As we’ve discussed, baking soda works as a leavening agent to help recipes rise. To use baking soda for cooking, add it to the recipe as directed. If you’re out of baking soda, the best substitute is baking powder used at a 1:3 ratio. For example, if a recipe calls for one teaspoon of baking soda, you should use three teaspoons of baking powder instead.

Baking soda is also an integral ingredient for making bagels and soft pretzels. Adding baking soda to water and boiling the dough for a few minutes before baking gives these treats their iconic chewy texture.

Add a pinch of baking soda to a pot of beans to help them cook faster or rub some on a steak to help tenderize it before cooking. Cooking potatoes in water with baking soda can also help produce super crispy potatoes when they’re baked afterward.

Cleaning

Baking soda can also be used as a cleaning agent. It’s great for scrubbing pots and pans, getting rid of stains, and freshening up carpets.

This ingredient is great for deep cleaning without being too abrasive. Sprinkle some on a sponge and use it with your normal cleaning products to clean sinks, bathtubs, toilets, and other parts of the home with stubborn residue.

MR.SIGA Dual-Sided Dishwashing Sponge

Scrub stubborn grime off your dishes with coffee grounds and a basic sponge.

To make your own nontoxic cleaner, mix baking soda with vinegar and water to use on most surfaces. If you can’t stand the smell of vinegar, baking soda mixed with hydrogen peroxide also makes a good all-purpose cleaner. For areas you can thoroughly rinse with water, mix this ingredient with dish soap for a foamy cleanser that cuts through grease and grime.

Finally, baking soda works great for cleaning your garbage disposal because it also absorbs odor that can build up in that part of your sink. Just pour half a cup of baking soda down your garbage disposal and let it sit for a few minutes before running the water and turning on the disposal to rinse everything away.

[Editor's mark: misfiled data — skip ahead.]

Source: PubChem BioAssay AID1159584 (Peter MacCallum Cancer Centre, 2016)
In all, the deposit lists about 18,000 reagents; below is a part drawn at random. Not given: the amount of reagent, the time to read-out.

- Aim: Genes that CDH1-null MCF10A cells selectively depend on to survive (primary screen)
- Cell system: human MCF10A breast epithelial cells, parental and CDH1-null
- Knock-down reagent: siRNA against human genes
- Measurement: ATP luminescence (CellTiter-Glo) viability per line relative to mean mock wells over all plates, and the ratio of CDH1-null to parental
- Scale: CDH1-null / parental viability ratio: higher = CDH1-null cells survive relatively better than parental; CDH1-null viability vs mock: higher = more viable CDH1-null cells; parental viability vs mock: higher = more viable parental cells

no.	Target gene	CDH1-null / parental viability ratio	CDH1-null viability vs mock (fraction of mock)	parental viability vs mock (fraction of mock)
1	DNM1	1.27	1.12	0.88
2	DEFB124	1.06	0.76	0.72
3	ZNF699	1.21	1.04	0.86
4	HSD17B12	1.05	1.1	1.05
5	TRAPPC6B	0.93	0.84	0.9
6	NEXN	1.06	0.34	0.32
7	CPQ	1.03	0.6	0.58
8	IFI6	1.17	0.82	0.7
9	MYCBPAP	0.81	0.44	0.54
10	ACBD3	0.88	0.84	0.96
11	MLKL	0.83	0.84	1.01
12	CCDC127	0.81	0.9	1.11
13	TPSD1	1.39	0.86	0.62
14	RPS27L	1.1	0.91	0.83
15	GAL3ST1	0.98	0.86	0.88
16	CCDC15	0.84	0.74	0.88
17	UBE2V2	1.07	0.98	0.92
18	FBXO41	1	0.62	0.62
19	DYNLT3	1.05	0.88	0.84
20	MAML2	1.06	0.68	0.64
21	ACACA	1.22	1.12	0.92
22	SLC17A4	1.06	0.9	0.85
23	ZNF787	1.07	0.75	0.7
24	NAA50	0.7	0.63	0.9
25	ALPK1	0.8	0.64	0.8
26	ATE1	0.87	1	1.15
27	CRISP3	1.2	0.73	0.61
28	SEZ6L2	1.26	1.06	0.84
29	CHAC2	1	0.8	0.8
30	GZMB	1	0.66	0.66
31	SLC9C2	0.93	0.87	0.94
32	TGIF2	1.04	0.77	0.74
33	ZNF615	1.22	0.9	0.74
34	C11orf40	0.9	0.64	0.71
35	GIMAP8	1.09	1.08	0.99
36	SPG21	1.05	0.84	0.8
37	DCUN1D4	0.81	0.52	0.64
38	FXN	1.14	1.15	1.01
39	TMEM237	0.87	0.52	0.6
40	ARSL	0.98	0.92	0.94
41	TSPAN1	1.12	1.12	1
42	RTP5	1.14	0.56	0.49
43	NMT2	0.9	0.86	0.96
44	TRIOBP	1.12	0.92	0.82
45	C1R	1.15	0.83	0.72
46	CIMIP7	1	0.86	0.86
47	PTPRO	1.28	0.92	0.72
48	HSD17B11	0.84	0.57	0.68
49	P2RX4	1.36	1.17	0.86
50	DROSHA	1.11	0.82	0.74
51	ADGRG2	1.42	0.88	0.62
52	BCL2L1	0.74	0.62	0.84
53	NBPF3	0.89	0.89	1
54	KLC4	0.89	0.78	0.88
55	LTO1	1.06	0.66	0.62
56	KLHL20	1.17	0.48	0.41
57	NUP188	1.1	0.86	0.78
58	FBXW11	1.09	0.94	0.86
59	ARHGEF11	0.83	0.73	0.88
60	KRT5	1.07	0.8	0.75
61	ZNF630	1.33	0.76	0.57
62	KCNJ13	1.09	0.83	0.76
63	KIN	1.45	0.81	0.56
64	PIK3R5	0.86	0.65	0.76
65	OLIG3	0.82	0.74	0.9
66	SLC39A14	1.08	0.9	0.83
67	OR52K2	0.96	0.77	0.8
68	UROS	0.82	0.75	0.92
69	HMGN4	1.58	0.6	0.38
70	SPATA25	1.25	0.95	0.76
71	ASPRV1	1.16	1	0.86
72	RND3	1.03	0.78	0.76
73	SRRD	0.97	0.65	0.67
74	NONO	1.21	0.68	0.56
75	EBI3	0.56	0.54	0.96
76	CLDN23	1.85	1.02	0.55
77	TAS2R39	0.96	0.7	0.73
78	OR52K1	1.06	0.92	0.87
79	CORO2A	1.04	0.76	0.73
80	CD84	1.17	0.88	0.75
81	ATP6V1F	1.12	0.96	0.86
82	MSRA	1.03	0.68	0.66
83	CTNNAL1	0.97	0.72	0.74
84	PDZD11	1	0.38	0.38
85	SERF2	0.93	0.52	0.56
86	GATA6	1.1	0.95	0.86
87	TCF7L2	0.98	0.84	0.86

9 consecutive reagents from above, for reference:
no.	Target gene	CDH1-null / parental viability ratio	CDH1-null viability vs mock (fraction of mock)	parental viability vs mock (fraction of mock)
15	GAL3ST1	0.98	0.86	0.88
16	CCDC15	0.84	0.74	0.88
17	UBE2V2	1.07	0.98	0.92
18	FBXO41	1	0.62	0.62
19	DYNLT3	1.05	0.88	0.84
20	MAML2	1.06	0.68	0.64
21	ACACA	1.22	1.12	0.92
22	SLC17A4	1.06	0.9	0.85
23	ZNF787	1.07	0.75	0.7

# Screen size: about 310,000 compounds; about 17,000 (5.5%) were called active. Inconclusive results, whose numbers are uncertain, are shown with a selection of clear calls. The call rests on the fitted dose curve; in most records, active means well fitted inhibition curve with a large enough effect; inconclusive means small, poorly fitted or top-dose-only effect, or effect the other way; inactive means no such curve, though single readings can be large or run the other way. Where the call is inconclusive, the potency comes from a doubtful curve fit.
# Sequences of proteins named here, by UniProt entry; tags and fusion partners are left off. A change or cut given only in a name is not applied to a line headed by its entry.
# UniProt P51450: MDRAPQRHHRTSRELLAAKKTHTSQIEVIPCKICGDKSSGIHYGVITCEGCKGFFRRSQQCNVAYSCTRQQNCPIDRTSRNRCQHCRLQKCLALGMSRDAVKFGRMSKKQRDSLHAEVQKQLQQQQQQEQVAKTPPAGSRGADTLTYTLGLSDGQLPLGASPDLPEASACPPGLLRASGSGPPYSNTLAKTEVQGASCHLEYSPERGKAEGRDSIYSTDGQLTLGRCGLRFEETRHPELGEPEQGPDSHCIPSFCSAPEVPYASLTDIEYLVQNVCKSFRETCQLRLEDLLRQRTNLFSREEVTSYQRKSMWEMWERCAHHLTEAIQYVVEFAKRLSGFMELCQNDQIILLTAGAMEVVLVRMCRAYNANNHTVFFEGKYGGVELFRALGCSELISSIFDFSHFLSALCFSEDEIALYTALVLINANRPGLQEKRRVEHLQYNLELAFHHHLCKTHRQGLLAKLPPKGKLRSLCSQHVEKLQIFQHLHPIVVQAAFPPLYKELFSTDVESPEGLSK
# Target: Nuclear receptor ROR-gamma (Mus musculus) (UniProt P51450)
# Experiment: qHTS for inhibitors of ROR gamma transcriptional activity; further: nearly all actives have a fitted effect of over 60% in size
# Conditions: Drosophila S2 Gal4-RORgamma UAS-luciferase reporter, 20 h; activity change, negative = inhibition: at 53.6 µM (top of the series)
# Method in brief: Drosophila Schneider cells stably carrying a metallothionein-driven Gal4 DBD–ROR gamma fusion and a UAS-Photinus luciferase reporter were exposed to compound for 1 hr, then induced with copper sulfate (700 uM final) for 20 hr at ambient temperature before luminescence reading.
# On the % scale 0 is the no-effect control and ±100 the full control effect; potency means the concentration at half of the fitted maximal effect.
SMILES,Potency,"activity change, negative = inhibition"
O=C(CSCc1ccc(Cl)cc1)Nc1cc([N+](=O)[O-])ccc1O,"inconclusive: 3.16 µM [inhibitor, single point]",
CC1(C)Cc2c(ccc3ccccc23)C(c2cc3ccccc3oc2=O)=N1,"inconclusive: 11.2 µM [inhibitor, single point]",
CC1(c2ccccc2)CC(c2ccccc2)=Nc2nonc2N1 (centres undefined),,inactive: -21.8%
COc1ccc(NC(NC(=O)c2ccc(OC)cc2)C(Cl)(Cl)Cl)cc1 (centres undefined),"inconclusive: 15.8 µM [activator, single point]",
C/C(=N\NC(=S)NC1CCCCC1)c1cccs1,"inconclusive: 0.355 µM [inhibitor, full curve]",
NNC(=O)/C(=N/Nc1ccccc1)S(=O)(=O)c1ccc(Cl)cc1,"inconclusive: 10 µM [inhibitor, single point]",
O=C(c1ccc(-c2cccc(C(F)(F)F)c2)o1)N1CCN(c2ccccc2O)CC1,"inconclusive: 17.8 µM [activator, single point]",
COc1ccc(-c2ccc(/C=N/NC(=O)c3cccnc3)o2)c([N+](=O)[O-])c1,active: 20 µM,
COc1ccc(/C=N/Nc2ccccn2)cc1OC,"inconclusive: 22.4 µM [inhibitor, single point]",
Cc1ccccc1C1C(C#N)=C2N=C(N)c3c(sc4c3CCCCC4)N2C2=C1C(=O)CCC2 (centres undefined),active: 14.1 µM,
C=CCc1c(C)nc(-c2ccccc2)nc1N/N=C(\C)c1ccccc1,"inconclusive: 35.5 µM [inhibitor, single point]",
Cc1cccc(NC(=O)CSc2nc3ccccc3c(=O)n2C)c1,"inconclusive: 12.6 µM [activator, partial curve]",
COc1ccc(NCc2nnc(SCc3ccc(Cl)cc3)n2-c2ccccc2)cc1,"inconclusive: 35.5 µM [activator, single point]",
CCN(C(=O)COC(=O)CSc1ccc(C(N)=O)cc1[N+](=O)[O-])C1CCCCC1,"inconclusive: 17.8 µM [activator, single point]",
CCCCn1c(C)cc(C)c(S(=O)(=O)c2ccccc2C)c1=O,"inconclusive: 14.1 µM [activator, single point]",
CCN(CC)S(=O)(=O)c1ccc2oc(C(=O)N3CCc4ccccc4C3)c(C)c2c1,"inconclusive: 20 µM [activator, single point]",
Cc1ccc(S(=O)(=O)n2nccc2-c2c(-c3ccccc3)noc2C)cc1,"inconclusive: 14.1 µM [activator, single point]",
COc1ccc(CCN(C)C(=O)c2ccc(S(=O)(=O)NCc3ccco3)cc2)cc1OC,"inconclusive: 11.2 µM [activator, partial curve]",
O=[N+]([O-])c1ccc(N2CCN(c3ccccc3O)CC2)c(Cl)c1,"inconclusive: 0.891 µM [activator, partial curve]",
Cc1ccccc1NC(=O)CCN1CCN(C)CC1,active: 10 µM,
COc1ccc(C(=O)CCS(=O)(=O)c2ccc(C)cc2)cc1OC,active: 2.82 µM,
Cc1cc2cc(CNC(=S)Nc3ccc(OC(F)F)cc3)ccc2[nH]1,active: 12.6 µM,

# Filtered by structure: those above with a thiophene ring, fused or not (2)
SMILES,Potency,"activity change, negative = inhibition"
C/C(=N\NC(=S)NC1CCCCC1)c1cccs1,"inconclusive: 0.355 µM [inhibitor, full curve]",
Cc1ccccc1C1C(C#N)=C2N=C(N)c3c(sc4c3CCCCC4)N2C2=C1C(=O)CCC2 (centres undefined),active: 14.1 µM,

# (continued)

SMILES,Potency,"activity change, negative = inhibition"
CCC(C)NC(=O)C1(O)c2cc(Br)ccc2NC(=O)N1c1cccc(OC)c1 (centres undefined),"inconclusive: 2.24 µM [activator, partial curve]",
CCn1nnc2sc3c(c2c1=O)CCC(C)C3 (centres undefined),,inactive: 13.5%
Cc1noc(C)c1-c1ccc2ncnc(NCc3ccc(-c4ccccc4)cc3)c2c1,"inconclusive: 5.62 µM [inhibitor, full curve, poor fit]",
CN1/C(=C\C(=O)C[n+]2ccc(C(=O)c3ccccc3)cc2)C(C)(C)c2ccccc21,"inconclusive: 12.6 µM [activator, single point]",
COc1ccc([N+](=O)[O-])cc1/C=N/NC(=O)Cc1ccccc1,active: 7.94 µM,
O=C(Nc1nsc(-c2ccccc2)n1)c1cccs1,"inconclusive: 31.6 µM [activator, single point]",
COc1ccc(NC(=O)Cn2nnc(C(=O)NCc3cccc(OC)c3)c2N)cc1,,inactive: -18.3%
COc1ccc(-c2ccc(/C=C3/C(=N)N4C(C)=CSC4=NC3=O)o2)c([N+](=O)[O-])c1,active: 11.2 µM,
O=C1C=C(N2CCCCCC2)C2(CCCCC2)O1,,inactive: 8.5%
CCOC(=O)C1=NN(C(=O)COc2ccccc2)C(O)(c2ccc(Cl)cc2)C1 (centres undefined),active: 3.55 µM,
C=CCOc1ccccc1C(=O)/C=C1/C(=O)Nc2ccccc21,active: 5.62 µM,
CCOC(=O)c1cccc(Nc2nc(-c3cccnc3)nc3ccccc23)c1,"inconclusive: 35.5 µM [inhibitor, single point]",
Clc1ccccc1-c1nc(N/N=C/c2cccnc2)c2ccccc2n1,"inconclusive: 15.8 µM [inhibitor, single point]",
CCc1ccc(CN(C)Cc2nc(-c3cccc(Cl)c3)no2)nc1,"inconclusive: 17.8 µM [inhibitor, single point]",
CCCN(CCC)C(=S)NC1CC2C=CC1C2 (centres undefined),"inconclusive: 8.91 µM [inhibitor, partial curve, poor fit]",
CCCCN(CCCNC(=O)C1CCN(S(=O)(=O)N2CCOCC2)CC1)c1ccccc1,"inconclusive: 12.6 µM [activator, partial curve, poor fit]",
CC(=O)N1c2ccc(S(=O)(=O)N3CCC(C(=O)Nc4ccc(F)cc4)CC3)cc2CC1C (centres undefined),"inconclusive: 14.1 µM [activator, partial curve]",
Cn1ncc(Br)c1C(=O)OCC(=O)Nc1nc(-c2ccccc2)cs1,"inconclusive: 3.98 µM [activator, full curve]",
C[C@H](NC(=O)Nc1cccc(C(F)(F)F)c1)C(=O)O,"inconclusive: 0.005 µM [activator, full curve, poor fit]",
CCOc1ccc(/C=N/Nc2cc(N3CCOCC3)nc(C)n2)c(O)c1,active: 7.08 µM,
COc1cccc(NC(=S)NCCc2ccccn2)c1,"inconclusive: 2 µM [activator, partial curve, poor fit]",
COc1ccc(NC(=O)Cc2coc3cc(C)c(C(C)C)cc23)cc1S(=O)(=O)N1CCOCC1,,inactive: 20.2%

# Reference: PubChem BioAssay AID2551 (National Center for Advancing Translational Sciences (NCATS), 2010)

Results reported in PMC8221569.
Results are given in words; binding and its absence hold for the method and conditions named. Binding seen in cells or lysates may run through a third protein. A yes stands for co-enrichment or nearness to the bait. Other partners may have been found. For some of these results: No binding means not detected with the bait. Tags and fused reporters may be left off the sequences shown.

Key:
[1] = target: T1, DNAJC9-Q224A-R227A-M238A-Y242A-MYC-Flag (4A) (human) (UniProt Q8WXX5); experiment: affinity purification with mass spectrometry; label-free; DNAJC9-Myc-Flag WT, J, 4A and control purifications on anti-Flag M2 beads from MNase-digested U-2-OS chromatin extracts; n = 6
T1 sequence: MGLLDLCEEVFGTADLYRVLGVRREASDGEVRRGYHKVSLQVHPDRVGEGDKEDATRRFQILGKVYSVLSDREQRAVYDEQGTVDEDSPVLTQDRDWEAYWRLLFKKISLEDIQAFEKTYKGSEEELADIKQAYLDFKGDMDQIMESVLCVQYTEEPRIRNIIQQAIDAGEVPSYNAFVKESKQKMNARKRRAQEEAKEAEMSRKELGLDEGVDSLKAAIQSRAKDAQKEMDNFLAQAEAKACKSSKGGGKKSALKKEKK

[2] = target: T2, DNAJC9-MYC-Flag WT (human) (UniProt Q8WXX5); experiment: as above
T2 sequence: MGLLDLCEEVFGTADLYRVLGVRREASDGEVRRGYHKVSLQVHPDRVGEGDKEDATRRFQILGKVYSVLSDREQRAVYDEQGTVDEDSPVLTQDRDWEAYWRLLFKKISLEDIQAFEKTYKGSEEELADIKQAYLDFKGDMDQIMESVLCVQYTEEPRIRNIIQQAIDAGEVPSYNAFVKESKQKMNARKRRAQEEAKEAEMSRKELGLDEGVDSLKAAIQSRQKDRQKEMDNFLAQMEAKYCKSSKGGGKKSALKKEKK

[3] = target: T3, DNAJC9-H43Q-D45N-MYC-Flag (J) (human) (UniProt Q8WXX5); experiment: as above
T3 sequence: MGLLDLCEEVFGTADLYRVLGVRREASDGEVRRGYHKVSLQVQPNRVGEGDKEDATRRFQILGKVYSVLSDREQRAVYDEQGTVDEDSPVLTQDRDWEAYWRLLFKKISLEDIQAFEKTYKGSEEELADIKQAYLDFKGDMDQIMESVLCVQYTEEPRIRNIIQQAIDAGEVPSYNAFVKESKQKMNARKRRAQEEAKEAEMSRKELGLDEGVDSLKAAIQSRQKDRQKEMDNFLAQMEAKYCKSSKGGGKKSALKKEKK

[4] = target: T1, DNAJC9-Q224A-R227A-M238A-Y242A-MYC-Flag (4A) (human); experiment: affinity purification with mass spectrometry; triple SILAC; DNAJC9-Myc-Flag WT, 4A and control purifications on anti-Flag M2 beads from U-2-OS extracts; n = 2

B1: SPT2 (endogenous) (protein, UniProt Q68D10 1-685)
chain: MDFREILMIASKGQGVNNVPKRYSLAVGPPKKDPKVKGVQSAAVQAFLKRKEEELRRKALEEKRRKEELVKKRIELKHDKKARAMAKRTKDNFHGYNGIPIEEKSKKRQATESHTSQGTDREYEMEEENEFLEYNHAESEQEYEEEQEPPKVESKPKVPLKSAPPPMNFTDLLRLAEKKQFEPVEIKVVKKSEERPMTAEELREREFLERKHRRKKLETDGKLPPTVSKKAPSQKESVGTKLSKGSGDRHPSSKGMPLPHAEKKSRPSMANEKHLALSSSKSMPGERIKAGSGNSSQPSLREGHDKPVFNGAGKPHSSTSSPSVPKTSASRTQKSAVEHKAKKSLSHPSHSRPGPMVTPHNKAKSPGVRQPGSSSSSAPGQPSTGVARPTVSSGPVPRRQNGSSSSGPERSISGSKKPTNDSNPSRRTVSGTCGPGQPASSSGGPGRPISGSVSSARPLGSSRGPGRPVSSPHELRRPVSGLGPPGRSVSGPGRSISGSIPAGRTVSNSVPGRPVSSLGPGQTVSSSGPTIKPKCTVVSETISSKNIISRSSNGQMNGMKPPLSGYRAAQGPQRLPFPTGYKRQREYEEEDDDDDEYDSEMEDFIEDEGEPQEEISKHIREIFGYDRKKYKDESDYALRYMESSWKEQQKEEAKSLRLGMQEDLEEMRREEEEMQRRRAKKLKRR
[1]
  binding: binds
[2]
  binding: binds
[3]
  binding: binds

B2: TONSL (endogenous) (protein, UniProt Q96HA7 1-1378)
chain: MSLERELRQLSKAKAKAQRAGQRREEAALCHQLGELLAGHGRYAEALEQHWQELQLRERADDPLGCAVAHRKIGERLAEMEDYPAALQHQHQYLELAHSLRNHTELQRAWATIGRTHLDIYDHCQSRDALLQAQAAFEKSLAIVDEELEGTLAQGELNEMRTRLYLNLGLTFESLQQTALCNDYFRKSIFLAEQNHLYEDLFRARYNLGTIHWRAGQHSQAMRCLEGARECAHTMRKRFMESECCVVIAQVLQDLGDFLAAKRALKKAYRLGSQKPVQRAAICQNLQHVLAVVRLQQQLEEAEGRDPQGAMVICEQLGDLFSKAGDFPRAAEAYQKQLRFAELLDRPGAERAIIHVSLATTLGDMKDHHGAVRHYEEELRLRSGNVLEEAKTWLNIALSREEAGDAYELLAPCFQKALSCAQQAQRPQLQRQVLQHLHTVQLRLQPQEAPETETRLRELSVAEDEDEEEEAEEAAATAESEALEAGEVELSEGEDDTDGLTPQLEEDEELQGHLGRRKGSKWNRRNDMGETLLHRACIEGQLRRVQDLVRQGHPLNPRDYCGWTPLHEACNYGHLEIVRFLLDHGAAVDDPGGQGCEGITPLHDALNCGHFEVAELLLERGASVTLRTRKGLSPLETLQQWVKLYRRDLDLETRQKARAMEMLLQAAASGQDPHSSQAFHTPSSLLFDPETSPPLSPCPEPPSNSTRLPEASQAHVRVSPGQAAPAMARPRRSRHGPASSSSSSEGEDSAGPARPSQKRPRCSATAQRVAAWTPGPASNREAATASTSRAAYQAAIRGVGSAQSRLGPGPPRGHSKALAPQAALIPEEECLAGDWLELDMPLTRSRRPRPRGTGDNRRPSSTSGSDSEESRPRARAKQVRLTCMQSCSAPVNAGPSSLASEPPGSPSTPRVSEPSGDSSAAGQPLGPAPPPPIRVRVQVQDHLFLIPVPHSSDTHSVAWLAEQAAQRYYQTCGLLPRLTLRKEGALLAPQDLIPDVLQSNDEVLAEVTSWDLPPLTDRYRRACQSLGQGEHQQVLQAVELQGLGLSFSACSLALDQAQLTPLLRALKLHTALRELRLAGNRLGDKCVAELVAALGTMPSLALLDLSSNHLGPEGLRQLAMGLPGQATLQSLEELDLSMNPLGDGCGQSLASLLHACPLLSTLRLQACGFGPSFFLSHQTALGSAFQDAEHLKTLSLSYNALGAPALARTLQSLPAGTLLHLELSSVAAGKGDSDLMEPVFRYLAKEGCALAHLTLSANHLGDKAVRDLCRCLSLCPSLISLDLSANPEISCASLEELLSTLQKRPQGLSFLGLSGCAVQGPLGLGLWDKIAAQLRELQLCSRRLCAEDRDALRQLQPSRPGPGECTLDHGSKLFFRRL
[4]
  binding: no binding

How to Use Baking Powder

A person adds baking powder to a bowl with flour
Olga Dubravina/Shutterstock.com

Baking powder is most commonly used in baking. It’s a leavening agent that helps baked goods rise. To use baking powder, add it to the recipe as directed. Baking powder is often used in recipes that don’t contain an acid, such as pancakes or biscuits.

If you’re out of baking powder, the best alternative is baking soda combined with an acid. For every teaspoon of baking powder called for in a recipe, mix together one-quarter teaspoon of baking soda with half a teaspoon of an acid, such as cream of tartar, lemon juice, or vinegar. Keep in mind that adding extra liquid to a recipe may change the consistency of the final product.


You probably own both baking soda and baking powder, but do you know the difference between the two? Here’s what you need to know about cooking and cleaning with these similar, but distinct, ingredients.

Anne Taylor Anne Taylor
Anne Taylor is a writer with a BA in Journalism and a passion for storytelling. Her work has been published on a variety of websites including Mental Floss and Well + Good, and she recently published her first novel, What it Takes to Lose. When she's not writing, Anne loves to travel (19 countries and counting), spend time outside, and play with her dog, Pepper. Read Full Bio »
LifeSavvy is focused on a single goal: helping you make the most informed purchases possible. Want to know more?